The higher apogee makes it easier to remove the inclination, to near zero, in orbital maneuvers after launch, than if we were placed in an orbit whose apogee was 36,000 kilometers — the classic geostationary transfer position. The Long March 3B is a powerful rocket, and it has no trouble placing a satellite the size of Palapa D into the super-geo transfer orbit. It helps us minimize the use of fuel as we move the satellite into final operating position in geostationary orbit.
In fact, because of the launcher under-performance, Palapa D was placed into an orbit with an apogee of 21,223 kilometers, and a perigee of 218 kilometers — so the apogee was substantially lower than what it should have been. The inclination was 22.4 degrees, more than 1 degree higher than the target.
Did you realize immediately that the drop-off point was way off nominal?
We did not have tracking immediately for the satellite because of the location of the ground station, so we had to wait more than two hours to receive precise information. But we knew right away from the rocket’s data that there was an issue.
What did you do once you had confirmation from the satellite that it was in a bad place?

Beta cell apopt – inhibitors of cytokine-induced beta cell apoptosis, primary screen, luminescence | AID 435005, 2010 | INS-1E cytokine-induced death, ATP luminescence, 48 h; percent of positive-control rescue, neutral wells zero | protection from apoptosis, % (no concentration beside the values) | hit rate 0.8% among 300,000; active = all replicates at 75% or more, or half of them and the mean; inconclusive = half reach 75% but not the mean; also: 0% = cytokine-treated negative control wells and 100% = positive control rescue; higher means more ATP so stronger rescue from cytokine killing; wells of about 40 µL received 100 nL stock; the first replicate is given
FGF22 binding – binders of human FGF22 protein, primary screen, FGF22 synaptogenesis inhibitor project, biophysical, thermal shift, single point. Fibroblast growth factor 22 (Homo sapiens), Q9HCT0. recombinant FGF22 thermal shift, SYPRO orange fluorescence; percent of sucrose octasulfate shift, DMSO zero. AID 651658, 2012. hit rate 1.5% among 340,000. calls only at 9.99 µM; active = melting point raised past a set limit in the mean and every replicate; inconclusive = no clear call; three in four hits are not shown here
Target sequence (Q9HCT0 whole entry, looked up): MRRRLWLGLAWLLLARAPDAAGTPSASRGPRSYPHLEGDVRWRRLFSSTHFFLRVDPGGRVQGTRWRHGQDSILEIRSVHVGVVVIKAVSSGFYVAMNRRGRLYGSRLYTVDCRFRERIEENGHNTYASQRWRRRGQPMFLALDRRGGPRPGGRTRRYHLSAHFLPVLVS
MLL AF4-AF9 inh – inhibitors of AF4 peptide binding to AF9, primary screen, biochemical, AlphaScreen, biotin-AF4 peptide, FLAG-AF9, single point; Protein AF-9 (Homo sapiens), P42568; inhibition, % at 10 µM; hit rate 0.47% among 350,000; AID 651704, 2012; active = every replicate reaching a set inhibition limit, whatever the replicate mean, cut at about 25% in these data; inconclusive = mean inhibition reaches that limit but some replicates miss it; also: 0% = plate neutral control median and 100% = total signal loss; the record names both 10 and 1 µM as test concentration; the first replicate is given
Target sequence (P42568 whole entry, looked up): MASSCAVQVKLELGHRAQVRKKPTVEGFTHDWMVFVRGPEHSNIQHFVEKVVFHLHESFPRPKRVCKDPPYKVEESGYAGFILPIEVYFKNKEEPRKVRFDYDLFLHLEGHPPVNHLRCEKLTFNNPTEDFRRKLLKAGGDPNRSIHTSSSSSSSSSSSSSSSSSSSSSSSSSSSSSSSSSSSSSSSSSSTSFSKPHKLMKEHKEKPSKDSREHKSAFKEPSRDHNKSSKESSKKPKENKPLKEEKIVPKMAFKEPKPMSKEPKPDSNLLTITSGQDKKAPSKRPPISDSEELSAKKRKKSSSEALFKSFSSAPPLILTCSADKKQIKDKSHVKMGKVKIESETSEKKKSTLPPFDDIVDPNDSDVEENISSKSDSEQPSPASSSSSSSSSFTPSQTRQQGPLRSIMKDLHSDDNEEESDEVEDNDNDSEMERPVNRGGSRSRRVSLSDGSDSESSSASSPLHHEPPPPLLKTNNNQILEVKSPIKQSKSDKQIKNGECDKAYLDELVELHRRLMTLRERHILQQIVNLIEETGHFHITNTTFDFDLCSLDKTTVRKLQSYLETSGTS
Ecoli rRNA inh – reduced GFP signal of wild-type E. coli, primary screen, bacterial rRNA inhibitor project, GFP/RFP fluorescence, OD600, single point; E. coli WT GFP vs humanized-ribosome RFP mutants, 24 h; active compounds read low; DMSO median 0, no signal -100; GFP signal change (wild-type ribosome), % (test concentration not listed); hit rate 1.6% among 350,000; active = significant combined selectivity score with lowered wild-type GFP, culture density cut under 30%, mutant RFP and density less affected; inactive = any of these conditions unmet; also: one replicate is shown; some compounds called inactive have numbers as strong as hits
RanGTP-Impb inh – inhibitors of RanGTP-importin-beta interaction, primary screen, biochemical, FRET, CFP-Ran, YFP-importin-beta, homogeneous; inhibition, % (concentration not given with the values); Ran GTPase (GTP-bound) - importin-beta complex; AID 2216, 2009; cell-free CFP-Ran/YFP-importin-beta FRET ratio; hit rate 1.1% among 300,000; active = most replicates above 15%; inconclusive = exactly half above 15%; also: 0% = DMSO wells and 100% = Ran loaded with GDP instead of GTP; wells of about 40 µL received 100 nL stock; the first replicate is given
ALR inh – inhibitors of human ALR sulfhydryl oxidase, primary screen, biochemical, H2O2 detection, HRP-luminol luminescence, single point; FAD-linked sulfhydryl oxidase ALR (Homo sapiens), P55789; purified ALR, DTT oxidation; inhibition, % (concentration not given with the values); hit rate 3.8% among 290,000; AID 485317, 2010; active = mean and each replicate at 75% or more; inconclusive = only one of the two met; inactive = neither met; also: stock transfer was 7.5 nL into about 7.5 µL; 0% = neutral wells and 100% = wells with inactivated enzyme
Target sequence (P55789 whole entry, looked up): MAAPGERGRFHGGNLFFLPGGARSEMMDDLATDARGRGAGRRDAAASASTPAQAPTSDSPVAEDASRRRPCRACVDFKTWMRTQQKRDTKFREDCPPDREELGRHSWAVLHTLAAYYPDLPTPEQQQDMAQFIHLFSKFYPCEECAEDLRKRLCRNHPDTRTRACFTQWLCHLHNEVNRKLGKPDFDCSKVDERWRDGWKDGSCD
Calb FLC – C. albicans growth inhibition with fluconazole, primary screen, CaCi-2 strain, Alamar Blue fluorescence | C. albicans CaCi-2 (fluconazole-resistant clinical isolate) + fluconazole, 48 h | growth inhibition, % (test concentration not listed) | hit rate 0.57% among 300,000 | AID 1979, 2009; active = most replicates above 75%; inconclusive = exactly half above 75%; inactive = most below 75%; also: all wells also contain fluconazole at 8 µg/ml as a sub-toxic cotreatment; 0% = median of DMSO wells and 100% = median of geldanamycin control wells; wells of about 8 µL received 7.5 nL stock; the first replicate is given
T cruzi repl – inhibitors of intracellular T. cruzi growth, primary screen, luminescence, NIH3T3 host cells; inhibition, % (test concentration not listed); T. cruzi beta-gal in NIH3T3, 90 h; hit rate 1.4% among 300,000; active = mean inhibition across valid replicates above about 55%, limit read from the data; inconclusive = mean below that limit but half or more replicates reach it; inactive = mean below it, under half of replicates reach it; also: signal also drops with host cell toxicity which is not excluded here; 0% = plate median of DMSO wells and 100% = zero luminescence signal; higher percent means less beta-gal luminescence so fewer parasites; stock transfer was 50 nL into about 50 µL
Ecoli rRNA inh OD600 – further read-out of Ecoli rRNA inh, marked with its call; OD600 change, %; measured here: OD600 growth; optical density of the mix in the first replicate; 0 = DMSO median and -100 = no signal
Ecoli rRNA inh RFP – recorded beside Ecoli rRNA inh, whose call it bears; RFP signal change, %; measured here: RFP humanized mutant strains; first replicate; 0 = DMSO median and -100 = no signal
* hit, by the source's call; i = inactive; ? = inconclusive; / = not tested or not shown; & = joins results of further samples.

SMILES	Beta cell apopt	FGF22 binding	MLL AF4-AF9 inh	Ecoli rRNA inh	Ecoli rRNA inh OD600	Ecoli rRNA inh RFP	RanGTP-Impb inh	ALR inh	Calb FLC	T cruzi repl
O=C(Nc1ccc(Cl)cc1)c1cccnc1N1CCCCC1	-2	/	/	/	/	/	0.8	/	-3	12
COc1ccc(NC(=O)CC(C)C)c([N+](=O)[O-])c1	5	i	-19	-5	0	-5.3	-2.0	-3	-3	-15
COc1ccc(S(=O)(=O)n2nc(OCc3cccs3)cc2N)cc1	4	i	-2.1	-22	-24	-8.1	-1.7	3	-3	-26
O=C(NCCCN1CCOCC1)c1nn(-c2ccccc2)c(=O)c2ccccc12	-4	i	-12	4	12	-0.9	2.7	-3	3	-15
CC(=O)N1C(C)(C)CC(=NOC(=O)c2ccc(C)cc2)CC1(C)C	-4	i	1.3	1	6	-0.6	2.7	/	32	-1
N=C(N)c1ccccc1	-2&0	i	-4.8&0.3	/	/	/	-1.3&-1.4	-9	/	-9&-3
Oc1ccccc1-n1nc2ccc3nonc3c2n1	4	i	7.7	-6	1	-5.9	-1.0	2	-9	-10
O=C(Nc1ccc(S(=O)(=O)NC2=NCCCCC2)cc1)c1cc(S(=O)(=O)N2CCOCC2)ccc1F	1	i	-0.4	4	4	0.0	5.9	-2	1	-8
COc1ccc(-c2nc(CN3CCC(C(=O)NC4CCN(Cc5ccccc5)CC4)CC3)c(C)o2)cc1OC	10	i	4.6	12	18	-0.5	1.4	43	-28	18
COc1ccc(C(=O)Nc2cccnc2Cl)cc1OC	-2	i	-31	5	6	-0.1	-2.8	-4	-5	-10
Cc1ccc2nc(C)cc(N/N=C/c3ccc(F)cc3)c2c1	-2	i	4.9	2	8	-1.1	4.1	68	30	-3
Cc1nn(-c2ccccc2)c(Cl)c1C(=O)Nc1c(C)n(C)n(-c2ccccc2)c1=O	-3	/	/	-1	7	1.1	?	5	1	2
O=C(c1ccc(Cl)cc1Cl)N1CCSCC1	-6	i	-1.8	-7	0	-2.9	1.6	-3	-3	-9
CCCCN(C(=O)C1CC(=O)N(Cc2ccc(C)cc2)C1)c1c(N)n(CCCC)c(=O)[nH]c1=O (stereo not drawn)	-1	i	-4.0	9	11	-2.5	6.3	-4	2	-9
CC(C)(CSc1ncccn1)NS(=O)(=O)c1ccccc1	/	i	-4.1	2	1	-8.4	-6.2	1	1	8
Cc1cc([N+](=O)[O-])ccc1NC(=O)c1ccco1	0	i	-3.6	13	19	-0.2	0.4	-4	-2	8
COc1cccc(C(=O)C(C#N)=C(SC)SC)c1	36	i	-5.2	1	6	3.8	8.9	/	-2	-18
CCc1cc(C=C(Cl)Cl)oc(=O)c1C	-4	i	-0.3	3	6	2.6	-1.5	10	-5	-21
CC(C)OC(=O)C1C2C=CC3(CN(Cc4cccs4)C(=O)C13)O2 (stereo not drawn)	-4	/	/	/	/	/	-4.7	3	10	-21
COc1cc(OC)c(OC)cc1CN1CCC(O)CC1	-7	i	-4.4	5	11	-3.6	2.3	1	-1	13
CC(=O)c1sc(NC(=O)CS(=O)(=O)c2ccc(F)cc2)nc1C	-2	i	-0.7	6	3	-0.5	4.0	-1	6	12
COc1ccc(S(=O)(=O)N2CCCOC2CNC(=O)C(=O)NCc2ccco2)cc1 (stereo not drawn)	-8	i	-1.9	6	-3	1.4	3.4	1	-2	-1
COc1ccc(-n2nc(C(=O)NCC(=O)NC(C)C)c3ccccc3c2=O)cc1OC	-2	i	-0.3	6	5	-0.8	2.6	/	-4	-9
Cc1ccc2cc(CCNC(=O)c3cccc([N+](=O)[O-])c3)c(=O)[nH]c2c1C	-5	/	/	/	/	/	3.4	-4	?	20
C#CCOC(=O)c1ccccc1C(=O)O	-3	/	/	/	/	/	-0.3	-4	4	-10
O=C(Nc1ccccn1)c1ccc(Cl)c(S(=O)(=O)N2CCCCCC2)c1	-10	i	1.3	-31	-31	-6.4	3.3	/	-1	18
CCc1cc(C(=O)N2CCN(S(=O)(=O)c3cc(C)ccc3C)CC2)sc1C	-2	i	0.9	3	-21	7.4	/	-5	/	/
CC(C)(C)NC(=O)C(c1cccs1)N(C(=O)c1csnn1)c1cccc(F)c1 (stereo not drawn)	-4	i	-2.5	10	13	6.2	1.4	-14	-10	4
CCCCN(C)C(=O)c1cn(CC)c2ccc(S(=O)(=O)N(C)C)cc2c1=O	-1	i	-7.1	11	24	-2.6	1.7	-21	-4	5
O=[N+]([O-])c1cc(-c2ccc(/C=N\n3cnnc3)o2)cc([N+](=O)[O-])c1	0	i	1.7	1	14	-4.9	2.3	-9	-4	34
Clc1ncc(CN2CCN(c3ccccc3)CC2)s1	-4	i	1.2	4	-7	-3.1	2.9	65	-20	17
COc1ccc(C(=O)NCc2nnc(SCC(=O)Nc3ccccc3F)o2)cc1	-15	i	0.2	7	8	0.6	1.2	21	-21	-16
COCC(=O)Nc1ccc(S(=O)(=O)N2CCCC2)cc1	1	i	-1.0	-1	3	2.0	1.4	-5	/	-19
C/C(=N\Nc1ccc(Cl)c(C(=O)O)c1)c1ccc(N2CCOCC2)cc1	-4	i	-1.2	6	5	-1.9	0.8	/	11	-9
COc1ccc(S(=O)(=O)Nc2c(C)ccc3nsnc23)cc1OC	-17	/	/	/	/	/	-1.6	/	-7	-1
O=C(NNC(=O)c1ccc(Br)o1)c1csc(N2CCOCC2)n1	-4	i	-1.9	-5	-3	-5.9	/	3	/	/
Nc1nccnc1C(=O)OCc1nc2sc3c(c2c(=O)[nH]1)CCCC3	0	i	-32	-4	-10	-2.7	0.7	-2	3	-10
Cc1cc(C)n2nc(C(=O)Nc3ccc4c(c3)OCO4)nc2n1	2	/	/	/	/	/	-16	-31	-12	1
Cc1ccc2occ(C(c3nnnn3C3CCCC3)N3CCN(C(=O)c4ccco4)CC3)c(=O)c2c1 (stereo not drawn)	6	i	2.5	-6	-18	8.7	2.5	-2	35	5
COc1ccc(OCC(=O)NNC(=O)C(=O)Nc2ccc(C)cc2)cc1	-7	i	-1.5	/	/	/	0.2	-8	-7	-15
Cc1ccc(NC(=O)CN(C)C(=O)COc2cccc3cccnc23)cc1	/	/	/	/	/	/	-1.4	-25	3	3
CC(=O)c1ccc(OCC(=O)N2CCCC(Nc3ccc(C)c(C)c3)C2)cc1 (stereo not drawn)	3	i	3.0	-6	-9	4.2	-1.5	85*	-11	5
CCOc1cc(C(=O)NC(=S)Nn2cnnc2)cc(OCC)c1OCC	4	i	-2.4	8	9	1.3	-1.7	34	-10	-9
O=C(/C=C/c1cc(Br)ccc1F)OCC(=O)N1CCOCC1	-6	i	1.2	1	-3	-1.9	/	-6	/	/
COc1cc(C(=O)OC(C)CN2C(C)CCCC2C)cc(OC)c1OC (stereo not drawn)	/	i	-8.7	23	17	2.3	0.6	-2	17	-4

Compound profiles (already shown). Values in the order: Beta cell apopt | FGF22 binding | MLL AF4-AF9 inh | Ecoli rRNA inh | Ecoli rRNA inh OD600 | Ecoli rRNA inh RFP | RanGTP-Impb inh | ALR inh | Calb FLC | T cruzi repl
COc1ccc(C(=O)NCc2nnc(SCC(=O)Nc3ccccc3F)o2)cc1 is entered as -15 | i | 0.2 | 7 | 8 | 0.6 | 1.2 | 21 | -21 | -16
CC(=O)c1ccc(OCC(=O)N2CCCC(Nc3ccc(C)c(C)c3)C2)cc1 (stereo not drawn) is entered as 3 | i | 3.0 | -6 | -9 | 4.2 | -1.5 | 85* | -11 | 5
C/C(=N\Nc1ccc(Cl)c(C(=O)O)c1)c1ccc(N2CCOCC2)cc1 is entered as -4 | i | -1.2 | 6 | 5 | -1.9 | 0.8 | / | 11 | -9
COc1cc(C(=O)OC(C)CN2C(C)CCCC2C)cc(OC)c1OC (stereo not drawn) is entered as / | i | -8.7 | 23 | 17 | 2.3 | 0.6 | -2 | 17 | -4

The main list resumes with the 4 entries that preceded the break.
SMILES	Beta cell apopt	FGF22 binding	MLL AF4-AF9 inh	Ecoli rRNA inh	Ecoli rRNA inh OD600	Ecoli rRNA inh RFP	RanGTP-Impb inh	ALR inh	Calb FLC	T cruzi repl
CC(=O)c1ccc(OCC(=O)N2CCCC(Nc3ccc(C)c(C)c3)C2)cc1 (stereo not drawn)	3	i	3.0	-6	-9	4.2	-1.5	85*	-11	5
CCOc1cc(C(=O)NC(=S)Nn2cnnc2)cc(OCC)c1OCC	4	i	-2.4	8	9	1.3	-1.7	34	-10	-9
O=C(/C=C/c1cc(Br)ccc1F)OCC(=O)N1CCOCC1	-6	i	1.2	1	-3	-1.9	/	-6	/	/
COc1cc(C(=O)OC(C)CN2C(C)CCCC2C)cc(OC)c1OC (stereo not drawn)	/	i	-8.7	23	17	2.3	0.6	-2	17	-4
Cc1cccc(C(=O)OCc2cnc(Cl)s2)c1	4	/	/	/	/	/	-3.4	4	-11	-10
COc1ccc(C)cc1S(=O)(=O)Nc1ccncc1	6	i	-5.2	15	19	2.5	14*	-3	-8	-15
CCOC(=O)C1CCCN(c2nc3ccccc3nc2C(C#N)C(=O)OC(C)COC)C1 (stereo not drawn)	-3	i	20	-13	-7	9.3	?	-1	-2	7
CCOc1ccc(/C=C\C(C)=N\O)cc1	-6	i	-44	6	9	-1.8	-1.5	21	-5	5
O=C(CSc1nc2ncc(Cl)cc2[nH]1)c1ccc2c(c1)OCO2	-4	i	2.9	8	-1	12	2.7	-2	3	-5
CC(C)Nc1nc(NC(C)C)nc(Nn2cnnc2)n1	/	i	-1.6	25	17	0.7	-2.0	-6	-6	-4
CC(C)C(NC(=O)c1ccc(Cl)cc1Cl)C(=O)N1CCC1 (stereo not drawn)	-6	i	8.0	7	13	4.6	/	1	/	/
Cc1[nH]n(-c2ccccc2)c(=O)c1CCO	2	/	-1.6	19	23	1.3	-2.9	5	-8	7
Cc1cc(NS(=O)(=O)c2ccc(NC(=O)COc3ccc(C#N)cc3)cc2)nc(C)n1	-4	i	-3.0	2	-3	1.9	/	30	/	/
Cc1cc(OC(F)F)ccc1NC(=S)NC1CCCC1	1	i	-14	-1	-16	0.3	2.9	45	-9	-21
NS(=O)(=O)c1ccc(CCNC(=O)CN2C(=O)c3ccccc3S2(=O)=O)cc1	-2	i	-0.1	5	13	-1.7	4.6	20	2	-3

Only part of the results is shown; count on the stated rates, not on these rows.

The satellite triggered an automatic sequence putting it into safe mode, in which it partially opens its solar arrays to generate power. We knew we had to act quickly because an orbit like the one where we were is not a good place to be for a long time. So we had several hours during which to evaluate the risks, inform our customer of the situation, and then make a decision.
Were decisions being made from the
, where the launch occurred?
We had two teams in place — one at our Cannes satellite operations center, and the other in Fucino, where our partner Telespazio has a satellite tracking and control center.
Early on, did you worry that the satellite was going to be a complete loss?
No, we knew from the moment of separation that we would be able to recover at least some life. We had been able to fill the fuel tanks 95 percent before the satellite was integrated into the launcher. With that fuel level, we would have provided 17 to 18 years of in-orbit service if the injection point had been nominal.
We never seriously thought the mission would be a total loss. But it then becomes a question of consulting with the customer and with the insurance underwriters to be sure we all agreed on a common strategy.
What is the biggest challenge you had to overcome to raise the orbit?